From 1993 to 1997 Kirdar was President of the New York Chapter of the Society for International Development, the leading international non-profit focused on international development issues.
Another noticeable diplomatic achievement of Kirdar, during his UN career, was the critical role he played in 1979, in the formulation of the first program of Assistance of the United Nations system to the Palestinian People. This unpublicized economic peace agreement between the Israeli Government and Palestinian Authority formed the basis of subsequent assistance programs championed by the international community.
One of Kirdar’s accomplishments during his United Nations career was as one of the early and main conceptual leaders of Human development theory. Through his own extensive writings and by spearheading a series of expert group meetings, Kirdar helped to develop and launch a concept which has now become a core area of work for UNDP and the UN.
According to Kirdar’s writings, Human Development is the process which enables people to release their inner human energy towards developing their education, health, culture, well-being, skills, capacities, effectiveness, creativities, and competitiveness in order to serve themselves and ultimately their communities. Mutually, society and government have the primary responsibility to ensure people the necessary environment and means to enable the realization of this process, as well as to guarantee maximum political, economic and social freedom and rights to them for this purpose.
This definition and concept is more closely related to the capability approach, championed by economists including Amartya Sen, in contrast to basic needs approach, first introduced by the International Labour Organization (ILO), which dominated the formulation and analyses of most of the annual UNDP Human Development Reports.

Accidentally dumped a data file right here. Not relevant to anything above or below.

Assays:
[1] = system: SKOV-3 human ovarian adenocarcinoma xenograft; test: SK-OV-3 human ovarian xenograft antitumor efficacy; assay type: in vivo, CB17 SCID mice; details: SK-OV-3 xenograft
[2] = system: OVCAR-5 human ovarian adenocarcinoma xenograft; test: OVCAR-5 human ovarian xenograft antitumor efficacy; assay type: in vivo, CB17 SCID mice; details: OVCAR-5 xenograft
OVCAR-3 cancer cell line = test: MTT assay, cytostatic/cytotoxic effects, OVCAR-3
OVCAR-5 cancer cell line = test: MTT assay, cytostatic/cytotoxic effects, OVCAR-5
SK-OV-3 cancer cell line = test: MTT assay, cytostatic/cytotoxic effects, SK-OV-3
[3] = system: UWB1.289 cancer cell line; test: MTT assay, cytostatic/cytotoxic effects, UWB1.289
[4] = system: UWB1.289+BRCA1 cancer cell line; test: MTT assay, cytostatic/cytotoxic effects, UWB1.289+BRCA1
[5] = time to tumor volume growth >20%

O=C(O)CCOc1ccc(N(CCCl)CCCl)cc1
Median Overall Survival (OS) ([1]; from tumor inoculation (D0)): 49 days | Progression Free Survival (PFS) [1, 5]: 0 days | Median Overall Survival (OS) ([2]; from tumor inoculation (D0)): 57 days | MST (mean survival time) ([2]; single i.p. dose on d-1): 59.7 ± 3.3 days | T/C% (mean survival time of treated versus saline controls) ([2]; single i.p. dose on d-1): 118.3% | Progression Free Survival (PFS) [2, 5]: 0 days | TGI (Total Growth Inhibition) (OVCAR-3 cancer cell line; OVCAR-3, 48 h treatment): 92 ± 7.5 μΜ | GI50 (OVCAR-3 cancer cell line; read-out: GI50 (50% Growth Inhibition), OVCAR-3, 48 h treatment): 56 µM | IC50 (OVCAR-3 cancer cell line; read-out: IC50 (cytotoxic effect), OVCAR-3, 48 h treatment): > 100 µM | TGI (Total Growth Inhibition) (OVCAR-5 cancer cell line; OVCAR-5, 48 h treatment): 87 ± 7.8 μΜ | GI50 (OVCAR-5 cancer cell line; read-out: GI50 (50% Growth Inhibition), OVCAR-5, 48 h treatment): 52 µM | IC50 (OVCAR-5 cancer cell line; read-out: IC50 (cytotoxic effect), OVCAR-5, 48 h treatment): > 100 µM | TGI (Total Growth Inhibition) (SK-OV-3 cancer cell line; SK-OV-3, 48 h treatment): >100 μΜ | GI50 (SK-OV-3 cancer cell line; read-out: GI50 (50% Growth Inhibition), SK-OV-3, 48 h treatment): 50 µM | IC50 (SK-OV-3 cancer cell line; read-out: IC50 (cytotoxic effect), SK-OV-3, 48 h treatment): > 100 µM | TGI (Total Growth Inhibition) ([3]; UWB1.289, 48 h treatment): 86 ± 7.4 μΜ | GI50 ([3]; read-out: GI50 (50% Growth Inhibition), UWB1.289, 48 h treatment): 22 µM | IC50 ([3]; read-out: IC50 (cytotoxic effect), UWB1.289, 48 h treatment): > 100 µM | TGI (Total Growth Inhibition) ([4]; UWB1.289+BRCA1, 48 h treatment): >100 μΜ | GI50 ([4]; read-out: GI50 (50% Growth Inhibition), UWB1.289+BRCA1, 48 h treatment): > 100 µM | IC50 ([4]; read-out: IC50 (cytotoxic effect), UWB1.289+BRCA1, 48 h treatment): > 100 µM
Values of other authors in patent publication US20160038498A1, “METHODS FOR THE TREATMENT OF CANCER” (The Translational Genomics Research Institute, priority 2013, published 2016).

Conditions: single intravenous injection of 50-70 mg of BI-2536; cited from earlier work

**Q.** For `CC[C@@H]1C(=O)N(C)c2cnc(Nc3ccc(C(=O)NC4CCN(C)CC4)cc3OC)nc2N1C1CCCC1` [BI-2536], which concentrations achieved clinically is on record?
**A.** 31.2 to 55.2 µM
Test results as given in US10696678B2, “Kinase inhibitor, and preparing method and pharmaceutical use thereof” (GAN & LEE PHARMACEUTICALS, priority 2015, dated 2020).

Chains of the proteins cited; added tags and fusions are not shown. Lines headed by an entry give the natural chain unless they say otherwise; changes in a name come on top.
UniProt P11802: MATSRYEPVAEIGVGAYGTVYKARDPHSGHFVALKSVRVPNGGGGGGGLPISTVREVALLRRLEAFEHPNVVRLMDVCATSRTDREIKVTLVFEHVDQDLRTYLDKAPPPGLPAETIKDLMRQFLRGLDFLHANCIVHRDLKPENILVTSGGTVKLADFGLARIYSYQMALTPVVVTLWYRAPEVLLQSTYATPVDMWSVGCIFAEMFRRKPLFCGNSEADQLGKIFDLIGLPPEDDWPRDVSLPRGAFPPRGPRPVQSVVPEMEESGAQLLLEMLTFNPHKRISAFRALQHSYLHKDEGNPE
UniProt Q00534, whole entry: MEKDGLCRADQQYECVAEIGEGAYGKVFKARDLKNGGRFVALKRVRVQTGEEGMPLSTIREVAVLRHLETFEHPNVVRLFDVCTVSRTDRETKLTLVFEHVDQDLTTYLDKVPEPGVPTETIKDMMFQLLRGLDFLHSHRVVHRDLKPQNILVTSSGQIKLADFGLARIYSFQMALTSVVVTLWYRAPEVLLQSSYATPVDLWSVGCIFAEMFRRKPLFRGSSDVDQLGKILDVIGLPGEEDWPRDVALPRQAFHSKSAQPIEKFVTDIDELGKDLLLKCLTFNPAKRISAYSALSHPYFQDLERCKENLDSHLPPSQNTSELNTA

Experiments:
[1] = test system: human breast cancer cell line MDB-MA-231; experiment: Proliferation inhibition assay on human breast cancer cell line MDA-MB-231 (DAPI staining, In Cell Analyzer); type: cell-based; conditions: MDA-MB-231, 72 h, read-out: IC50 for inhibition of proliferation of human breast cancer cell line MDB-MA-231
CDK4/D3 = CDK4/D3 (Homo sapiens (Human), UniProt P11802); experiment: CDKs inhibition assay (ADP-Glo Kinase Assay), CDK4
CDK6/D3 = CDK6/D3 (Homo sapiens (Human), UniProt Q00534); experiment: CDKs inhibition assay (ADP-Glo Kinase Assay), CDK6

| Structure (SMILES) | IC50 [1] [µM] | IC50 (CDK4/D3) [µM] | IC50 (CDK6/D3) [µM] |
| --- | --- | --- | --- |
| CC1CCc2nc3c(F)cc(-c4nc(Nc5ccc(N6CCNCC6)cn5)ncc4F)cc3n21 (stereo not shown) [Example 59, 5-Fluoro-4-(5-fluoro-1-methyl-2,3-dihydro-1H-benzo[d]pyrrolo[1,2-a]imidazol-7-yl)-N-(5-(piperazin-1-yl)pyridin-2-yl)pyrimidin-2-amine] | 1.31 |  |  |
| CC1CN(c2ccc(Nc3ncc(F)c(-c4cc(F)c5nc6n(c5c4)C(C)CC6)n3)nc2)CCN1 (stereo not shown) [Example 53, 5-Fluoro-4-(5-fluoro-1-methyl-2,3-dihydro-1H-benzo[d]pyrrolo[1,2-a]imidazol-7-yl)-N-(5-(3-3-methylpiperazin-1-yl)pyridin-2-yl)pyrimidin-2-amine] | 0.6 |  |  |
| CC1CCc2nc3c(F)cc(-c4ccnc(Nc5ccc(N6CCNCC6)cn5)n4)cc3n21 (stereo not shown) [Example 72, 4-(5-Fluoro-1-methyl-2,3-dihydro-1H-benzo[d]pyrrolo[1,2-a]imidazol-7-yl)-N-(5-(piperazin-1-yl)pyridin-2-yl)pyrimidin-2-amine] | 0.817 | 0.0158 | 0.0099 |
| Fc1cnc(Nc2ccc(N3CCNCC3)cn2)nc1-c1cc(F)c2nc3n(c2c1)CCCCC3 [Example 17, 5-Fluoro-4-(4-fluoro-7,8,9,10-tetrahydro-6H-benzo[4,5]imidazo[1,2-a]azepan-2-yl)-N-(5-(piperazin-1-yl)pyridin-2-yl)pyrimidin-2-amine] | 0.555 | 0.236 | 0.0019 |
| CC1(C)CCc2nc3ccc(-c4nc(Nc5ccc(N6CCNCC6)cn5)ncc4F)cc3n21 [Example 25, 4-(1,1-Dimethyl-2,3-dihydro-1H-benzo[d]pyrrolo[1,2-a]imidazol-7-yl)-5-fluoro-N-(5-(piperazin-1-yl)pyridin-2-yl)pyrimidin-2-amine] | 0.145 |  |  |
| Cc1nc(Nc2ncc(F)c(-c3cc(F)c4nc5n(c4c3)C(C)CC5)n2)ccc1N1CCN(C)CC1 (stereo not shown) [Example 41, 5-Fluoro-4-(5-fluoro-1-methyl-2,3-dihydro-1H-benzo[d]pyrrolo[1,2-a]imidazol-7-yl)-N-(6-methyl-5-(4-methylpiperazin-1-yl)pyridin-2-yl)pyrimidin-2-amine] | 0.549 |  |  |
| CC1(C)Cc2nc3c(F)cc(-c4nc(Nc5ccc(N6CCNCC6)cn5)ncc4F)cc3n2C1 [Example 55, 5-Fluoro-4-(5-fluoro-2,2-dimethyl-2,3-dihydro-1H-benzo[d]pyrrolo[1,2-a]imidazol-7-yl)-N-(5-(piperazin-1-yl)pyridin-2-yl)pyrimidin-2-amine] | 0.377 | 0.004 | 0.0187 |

In 1981, Kirdar established the UNDP Development Study Programme. As its founding Director, he organized more than 20 international round-table meetings as well as high-level expert seminars and lectures. The Study Programme also organized the annual UNDP Paul G. Hoffman Lecture which honored distinguished leaders including former President of Costa Rica Oscar Arias Sanchez (1995 “The Arms Bazaar”).
These events helped connect a cross-sectoral group of global thinkers and practitioners who helped to guide the conceptual direction of UNDP. The meetings, held from 1983 to 1996, brought together over 1,500 renowned international policy makers, leaders of private and public enterprises, representatives of the media, non-governmental organizations and academia. These included: academics such as U.S. Economist and Nobel Laureate Lawrence Klein, international leaders such as Prince Hassan bin Talal of Jordan and former President of the Club of Rome. The expert papers and outcomes of these roundtables provided critical strategic and intellectual input to UNDP and the multilateral community on issues ranging from political, economic, and social development; environmental sustainability, and the impact of ICT on the human condition.
The UNDP Development Study Programme thrived under Kirdar’s leadership and his fundraising ability. Following his retirement, the UNDP Development Study Programme was elevated to become the UNDP Office of Development Studies.